Metrics basics

Metrics are a tool for quality control and project management. They measure different attributes of a project or smaller pieces of code. For example, a metric may measure the number of code lines, the complexity of code or the amount of comments. Metrics can be used to find areas that are prone to problems. Metrics can be tracked across multiple teams or projects or they can be used to monitor the development of a single system.

What can you measure with code metrics? Code size is one of the first things to consider. Other metrics tell about the understandability and complexity of the code. There is more than one metric to evaluate for each of these properties.

It is to be noted that Project Metrics is about code-related metrics. We don't speak of money or schedule related metrics now. Here we are concerned about metrics that can be mechanically counted by reading the source code.


Code size is usually measured in lines of code or kilobytes. You can measure sizes such as project size, procedure size, source file size, executable file size and so on.

Lines of code


Some code is easy to read, other code is not. Low understandability will most probably result in more errors and maintaining problems.

Understandability metrics


High complexity in code may result in bad understandability and more errors. Complex code needs more time to develop, test and maintain. Therefore, excessive complexity should be avoided.

There are many kinds of software complexity.

Code analysis finds metrics for structural and informational complexity. The following metrics are some of the best ones for evaluating the complexity of a project, file or a procedure: Lines of code, cyclomatic complexity, informational complexity, and structural fan-out.

Complexity metrics

Object-oriented metrics

Metrics related to the object-oriented features of a program are often classified as object-oriented (OO) metrics. Historically, metrics were first developed for procedure-oriented (structured) code. Later, series of OO metrics were introduced. OO metrics are suitable for programs that consist of classes. It is to be noted that most if not all non-OO metrics are directly applicable to OO projects as well.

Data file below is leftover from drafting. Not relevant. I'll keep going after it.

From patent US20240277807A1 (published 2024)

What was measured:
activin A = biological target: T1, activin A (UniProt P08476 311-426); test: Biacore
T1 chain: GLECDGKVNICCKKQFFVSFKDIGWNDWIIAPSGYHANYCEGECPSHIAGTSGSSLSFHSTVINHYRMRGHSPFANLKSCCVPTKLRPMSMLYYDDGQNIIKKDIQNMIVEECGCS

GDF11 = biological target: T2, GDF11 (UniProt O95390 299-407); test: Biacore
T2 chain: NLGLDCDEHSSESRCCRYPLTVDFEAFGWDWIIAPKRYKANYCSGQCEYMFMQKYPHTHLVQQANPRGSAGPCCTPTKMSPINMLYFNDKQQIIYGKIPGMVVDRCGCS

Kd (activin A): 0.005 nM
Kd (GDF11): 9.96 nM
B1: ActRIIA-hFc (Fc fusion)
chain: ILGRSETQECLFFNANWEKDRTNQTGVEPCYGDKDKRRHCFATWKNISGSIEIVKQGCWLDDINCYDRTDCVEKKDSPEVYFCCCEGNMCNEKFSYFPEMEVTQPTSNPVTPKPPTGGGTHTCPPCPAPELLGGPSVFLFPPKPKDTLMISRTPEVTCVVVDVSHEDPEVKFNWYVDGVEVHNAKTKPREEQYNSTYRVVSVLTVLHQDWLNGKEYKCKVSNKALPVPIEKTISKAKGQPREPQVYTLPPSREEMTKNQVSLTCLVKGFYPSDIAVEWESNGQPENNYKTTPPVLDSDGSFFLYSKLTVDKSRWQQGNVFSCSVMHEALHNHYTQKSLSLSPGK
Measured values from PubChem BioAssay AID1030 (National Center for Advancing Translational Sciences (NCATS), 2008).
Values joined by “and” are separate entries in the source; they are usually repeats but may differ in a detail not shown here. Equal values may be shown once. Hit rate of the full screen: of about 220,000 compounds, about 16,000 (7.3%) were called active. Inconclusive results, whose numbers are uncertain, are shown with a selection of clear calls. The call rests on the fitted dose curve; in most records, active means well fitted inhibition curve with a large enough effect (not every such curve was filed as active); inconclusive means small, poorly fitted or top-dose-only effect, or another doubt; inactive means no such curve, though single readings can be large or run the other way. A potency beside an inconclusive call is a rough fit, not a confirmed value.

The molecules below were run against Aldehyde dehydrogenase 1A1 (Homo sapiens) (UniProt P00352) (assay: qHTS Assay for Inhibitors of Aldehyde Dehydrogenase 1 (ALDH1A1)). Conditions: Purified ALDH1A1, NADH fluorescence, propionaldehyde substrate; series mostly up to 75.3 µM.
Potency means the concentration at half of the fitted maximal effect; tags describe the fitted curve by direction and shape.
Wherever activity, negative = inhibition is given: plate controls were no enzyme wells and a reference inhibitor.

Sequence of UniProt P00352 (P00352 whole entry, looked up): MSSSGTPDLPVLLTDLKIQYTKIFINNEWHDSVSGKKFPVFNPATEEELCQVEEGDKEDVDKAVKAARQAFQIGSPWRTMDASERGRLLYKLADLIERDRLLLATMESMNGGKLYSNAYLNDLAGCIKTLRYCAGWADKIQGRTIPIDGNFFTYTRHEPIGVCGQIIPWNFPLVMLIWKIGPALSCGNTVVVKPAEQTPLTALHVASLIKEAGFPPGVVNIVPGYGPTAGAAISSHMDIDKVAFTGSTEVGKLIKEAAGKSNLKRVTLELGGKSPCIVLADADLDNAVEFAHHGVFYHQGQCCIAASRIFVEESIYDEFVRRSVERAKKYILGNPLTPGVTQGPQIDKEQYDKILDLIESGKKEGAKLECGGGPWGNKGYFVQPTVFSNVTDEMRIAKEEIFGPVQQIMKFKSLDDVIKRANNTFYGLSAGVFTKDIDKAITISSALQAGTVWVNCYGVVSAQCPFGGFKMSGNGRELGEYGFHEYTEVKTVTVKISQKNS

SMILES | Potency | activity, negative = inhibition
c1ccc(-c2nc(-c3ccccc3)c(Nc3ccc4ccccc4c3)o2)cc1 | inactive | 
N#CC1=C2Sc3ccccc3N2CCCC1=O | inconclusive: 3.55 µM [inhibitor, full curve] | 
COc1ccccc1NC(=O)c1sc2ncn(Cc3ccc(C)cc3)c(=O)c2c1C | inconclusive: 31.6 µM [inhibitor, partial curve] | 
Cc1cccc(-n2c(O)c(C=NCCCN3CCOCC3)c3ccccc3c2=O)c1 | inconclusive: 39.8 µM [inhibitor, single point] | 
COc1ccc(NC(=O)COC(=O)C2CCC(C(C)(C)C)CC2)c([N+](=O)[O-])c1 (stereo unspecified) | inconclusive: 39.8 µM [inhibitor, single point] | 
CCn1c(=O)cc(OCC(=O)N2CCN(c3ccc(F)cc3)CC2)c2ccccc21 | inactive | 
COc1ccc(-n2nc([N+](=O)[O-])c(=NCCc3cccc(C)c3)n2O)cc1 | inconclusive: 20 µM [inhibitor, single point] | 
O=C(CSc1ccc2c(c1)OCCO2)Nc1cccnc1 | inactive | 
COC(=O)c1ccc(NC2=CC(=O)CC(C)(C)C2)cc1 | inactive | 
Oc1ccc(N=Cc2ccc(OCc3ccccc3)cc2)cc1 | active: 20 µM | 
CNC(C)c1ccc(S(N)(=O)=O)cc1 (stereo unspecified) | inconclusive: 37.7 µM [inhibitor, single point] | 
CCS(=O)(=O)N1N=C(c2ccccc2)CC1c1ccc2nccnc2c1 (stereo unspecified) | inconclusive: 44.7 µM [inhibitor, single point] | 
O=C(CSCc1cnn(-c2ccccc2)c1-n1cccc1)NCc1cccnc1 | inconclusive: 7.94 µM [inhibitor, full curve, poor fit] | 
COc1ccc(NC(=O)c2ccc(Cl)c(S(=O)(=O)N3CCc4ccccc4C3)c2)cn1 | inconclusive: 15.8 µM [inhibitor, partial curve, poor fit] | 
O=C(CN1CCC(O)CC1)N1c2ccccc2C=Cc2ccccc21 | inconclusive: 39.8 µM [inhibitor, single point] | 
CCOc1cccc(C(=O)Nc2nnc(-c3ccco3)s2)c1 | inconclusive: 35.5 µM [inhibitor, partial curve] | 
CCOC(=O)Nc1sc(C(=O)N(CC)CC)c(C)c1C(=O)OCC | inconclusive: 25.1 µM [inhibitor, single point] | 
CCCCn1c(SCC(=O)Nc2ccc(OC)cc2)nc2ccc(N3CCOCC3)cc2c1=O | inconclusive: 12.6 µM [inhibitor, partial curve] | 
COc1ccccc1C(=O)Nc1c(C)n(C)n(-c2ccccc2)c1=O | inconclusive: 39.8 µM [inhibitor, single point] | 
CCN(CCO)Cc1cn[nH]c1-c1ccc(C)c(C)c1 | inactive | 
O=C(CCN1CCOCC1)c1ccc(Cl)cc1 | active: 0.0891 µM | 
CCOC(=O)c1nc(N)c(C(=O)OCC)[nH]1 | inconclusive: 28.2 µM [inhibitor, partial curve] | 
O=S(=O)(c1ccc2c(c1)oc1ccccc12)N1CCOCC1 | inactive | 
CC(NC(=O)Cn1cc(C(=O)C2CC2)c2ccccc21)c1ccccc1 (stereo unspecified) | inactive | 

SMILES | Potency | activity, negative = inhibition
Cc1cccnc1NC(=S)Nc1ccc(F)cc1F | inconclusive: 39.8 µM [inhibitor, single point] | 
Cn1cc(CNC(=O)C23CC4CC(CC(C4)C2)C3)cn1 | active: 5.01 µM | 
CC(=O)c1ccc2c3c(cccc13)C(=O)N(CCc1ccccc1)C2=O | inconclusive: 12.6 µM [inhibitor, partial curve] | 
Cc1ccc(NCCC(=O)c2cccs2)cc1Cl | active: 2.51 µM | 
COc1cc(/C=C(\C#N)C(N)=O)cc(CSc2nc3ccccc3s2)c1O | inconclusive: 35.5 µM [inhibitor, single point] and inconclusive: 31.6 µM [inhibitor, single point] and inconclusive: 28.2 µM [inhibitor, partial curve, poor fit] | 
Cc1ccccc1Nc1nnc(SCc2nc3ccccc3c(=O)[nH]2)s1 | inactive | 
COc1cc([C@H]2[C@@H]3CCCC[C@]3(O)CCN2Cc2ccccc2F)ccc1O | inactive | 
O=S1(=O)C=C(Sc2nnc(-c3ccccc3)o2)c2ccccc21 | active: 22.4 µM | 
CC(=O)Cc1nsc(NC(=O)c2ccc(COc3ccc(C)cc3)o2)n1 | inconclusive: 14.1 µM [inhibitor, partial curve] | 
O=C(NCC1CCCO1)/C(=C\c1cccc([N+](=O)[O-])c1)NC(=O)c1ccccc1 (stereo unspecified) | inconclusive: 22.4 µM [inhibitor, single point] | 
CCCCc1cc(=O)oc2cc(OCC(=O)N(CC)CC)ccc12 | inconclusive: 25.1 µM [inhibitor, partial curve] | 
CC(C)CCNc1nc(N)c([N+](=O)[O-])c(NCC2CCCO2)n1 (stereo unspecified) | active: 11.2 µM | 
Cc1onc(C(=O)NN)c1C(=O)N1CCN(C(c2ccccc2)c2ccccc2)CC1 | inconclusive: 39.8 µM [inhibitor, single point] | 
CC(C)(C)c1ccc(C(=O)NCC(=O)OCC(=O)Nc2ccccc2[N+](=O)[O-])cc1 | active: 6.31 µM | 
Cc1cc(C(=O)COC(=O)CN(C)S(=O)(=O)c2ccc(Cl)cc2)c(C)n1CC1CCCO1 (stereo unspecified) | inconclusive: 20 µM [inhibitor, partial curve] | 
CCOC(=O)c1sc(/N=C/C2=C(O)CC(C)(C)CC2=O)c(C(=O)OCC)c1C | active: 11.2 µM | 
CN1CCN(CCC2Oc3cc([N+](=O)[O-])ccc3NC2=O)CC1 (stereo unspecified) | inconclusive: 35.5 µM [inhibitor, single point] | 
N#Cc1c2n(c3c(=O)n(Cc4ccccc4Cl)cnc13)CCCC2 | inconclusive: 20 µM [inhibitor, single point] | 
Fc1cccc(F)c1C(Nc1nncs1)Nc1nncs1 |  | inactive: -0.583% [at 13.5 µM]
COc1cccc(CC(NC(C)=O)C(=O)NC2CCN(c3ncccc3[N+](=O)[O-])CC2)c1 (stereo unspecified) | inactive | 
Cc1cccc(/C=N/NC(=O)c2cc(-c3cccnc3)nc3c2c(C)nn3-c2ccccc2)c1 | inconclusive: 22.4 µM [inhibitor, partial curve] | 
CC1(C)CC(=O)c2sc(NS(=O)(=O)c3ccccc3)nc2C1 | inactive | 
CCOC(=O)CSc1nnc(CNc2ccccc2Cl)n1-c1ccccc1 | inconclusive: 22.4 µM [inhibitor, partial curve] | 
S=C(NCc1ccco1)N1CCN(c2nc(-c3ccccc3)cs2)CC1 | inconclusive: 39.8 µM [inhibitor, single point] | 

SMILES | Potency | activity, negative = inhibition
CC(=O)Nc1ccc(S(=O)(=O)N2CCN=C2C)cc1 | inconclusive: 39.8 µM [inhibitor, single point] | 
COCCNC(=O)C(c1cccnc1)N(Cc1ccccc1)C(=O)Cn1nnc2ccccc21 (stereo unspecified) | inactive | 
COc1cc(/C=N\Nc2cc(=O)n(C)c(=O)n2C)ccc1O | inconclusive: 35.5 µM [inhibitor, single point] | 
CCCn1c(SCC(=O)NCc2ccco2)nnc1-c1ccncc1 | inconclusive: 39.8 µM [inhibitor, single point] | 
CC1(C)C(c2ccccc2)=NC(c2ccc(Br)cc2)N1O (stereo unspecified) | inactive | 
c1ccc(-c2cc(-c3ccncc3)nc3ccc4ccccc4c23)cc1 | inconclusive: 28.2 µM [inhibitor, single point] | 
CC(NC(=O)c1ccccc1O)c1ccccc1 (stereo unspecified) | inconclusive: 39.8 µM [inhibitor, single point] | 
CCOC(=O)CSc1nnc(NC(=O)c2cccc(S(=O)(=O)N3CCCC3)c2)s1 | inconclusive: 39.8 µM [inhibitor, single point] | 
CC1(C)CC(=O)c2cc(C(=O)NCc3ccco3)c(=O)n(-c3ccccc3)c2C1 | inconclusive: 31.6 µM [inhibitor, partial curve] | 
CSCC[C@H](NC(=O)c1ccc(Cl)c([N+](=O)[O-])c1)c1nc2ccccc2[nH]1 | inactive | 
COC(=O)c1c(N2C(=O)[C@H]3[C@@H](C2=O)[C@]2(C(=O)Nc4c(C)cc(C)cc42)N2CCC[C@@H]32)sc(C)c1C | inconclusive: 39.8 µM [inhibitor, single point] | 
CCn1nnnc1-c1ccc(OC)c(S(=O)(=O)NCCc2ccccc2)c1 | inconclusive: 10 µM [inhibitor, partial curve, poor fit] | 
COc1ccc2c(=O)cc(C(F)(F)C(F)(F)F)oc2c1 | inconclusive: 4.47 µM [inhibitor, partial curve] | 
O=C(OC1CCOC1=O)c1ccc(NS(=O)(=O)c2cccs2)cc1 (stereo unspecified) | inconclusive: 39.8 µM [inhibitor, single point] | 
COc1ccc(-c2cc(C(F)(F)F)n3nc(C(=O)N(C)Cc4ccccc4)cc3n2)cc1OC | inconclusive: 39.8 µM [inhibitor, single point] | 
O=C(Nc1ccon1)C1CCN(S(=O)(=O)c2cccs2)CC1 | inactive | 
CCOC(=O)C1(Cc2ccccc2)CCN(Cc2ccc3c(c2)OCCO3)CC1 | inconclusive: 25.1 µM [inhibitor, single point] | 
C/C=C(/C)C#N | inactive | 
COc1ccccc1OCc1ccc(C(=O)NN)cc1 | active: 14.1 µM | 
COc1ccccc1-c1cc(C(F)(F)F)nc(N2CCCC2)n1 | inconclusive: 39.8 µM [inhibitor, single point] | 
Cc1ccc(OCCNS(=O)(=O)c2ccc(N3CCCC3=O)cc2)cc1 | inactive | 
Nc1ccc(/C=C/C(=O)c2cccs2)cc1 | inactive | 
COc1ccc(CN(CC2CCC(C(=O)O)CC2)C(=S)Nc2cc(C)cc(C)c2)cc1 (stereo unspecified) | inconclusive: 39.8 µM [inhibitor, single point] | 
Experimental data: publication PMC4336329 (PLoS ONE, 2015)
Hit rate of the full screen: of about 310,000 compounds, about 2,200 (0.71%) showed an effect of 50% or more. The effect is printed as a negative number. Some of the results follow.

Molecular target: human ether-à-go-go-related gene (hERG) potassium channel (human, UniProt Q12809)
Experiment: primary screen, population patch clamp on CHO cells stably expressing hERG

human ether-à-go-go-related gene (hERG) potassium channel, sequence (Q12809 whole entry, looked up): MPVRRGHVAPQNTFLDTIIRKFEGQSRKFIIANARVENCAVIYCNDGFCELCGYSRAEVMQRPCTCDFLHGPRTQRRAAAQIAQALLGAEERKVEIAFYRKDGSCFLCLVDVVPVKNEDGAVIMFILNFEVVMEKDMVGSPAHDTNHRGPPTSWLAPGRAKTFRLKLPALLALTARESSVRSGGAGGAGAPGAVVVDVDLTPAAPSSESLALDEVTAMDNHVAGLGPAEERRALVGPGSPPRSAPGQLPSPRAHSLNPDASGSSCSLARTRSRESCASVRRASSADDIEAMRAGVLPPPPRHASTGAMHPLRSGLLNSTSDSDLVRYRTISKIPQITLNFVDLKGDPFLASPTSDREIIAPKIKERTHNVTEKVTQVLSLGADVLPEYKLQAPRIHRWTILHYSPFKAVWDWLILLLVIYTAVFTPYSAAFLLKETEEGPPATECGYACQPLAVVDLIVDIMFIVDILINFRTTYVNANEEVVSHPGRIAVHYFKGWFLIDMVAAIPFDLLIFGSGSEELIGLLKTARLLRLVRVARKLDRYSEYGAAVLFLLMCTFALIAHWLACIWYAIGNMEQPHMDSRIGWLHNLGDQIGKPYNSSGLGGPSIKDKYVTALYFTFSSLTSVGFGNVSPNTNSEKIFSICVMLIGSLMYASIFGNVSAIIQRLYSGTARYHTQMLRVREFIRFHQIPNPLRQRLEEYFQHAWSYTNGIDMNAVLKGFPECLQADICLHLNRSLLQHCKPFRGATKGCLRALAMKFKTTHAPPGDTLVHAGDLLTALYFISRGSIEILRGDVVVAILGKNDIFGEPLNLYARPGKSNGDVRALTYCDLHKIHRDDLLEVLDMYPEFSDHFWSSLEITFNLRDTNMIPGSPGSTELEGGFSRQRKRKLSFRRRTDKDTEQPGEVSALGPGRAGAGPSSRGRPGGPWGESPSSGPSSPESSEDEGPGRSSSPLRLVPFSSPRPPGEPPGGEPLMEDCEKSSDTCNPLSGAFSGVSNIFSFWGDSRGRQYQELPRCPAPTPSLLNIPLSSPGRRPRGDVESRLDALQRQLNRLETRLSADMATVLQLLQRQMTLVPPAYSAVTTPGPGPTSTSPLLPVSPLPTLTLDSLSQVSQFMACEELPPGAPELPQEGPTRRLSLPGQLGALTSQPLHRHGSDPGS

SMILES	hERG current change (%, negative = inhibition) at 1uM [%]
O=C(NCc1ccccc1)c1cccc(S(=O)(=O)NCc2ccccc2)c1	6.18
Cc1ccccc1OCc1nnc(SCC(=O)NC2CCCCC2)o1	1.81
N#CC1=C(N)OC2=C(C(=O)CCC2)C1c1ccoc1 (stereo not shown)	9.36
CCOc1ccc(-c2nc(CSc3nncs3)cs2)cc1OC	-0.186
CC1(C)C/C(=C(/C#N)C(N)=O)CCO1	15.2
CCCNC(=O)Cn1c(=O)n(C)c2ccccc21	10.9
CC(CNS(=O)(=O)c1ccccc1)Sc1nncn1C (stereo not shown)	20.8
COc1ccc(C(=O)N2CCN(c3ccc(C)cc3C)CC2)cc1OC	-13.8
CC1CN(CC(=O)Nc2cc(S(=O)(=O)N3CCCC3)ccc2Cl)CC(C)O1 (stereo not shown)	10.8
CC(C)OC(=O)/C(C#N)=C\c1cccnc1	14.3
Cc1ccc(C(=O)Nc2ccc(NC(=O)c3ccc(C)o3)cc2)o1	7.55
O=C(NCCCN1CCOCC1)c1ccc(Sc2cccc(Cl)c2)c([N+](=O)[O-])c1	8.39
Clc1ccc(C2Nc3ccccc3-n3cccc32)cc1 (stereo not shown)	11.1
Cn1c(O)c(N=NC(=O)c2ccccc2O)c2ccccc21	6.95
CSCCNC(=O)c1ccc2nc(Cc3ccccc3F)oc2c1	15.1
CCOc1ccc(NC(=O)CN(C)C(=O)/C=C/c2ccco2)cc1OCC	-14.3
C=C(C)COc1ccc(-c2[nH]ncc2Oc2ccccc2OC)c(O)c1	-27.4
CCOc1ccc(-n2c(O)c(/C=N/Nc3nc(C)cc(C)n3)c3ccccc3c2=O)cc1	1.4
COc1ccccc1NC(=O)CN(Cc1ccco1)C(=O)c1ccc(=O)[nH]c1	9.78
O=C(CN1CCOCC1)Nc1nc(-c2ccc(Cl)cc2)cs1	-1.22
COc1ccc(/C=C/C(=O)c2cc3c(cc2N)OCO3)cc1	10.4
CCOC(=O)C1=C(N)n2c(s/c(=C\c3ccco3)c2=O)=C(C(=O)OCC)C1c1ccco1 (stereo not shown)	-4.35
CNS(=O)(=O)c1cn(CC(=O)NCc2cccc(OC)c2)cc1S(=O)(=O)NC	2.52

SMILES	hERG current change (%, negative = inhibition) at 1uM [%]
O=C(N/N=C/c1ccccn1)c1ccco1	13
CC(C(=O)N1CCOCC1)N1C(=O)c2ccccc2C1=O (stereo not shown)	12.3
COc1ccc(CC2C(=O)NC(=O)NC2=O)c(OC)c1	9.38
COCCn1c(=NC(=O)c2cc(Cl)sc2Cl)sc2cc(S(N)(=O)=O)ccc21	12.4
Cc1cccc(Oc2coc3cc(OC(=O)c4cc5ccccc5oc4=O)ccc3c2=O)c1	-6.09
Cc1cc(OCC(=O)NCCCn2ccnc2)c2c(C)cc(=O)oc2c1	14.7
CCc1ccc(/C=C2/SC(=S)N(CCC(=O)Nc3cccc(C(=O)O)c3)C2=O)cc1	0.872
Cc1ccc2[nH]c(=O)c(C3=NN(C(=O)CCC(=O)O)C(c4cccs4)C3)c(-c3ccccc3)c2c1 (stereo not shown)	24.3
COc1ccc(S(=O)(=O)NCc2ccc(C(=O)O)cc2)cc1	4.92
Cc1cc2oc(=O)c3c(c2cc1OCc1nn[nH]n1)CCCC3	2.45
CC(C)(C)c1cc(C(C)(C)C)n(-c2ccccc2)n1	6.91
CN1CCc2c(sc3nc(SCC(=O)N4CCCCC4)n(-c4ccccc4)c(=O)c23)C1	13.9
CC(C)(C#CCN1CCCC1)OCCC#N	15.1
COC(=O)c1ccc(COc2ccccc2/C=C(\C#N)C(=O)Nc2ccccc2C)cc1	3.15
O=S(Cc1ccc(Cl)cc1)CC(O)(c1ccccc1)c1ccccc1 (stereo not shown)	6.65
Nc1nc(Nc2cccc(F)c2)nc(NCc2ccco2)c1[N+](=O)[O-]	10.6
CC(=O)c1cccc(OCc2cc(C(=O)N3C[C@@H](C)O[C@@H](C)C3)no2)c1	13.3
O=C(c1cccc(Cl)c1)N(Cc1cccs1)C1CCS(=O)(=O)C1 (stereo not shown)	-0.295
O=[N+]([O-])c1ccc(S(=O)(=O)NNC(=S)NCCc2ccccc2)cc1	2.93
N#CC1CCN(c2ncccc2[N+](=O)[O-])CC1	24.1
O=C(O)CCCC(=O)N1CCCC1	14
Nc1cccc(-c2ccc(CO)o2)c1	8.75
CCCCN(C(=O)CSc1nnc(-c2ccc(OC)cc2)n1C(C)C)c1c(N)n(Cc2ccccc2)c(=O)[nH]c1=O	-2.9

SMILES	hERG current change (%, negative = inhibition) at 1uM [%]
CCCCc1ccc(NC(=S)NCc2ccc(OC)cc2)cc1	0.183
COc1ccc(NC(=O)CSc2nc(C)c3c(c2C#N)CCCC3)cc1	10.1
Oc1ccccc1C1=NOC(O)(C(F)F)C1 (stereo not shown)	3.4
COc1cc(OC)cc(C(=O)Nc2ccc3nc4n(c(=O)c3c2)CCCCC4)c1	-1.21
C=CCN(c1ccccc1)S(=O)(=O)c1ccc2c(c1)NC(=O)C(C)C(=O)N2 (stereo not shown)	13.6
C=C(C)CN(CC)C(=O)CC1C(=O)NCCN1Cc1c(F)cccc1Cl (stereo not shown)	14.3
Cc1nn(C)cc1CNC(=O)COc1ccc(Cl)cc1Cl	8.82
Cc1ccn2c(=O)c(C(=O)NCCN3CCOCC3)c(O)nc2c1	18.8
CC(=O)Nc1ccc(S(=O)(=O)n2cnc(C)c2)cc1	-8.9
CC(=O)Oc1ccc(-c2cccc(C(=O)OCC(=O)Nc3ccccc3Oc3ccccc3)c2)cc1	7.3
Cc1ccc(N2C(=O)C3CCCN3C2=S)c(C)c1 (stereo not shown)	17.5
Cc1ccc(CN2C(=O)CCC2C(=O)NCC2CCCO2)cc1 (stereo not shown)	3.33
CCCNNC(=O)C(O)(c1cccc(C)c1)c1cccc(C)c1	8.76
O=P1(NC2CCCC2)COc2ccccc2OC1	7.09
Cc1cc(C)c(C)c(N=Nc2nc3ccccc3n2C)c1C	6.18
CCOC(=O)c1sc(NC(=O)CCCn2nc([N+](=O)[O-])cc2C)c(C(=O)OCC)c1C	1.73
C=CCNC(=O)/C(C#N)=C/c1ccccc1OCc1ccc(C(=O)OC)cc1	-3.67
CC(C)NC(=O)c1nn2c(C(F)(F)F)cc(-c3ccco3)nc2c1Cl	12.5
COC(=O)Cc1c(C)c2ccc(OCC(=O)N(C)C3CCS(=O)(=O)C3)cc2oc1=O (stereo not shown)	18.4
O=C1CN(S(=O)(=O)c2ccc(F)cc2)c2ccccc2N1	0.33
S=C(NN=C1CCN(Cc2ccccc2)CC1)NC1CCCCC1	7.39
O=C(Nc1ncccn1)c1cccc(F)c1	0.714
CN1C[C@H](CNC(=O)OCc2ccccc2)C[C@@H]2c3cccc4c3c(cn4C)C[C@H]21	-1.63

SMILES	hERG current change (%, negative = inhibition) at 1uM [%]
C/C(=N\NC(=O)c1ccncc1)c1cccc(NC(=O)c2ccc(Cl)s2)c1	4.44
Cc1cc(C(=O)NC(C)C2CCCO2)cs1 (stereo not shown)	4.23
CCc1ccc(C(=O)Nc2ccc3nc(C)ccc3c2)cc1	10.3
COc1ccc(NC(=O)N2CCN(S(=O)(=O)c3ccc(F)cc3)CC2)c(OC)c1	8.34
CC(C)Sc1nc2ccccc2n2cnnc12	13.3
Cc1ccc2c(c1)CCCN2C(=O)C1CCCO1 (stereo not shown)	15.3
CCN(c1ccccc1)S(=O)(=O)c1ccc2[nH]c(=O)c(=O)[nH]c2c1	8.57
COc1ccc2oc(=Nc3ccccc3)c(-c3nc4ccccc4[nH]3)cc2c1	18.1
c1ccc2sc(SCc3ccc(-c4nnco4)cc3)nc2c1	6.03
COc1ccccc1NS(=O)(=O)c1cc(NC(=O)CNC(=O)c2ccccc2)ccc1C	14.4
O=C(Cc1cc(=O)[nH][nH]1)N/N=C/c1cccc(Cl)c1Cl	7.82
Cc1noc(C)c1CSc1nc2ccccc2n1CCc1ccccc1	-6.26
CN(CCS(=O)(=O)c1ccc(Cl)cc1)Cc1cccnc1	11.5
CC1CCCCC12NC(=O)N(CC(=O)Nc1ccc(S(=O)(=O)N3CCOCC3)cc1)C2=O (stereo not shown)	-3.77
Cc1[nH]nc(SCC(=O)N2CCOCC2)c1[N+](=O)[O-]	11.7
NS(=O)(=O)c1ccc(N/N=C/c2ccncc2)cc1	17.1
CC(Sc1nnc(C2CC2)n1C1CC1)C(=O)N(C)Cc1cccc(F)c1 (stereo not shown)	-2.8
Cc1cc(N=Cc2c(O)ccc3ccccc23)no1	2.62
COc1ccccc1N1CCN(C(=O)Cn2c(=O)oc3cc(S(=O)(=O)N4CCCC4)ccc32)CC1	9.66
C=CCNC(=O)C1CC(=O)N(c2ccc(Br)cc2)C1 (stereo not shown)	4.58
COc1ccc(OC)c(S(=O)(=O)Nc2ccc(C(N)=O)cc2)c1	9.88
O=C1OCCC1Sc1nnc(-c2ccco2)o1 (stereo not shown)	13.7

Object-oriented metrics

Other metrics

There are other metrics which cannot be calculated mechanically by reading the source code. These include things like number of function points, money spent/1000 LOC, number of errors per module and time spent writing a program. You can combine code metrics with external data to calculate this kind of metrics by yourself.

What are the target values?

There are no widely accepted target values for most of the metrics. This help gives some sample values for your consideration. You will have to make up your own goals. Take the Design quality report for some projects, and see how they differ. Then use the Metrics view feature (in the Enterprise menu) to list the procedures with the highest values, and see if something should be done. This way, you can learn to use metrics the way that suits you best.


This is a short introduction to the statistical values provided. If you need more information, consult any elementary statistics book.

Average, meanRegular arithmetic average, sum/count.
MedianWhen you sort all the values in size order, median is the value that falls in the middle of the line. If there is an even number of values, median is the average of the two values in the middle.
5%..95% range, Q5..Q955% of the values are less than or equal to the Q5 value. 5% of the values are equal to or higher than the Q95 value. The rest 90% of values fall between these limits.
Range, min..maxRange tells you the minimum and maximum values. All other values are between these ones.
StdDevStandard deviation, measurement of variation. Statistically, 2/3 of the values lie in the range [Average-StdDev, Average+StdDev].
OutliersOutliers are high and low values that fall out of the range of typical values. The outliers are calculated statistically and they help you to spot code that may require a review or a rewrite.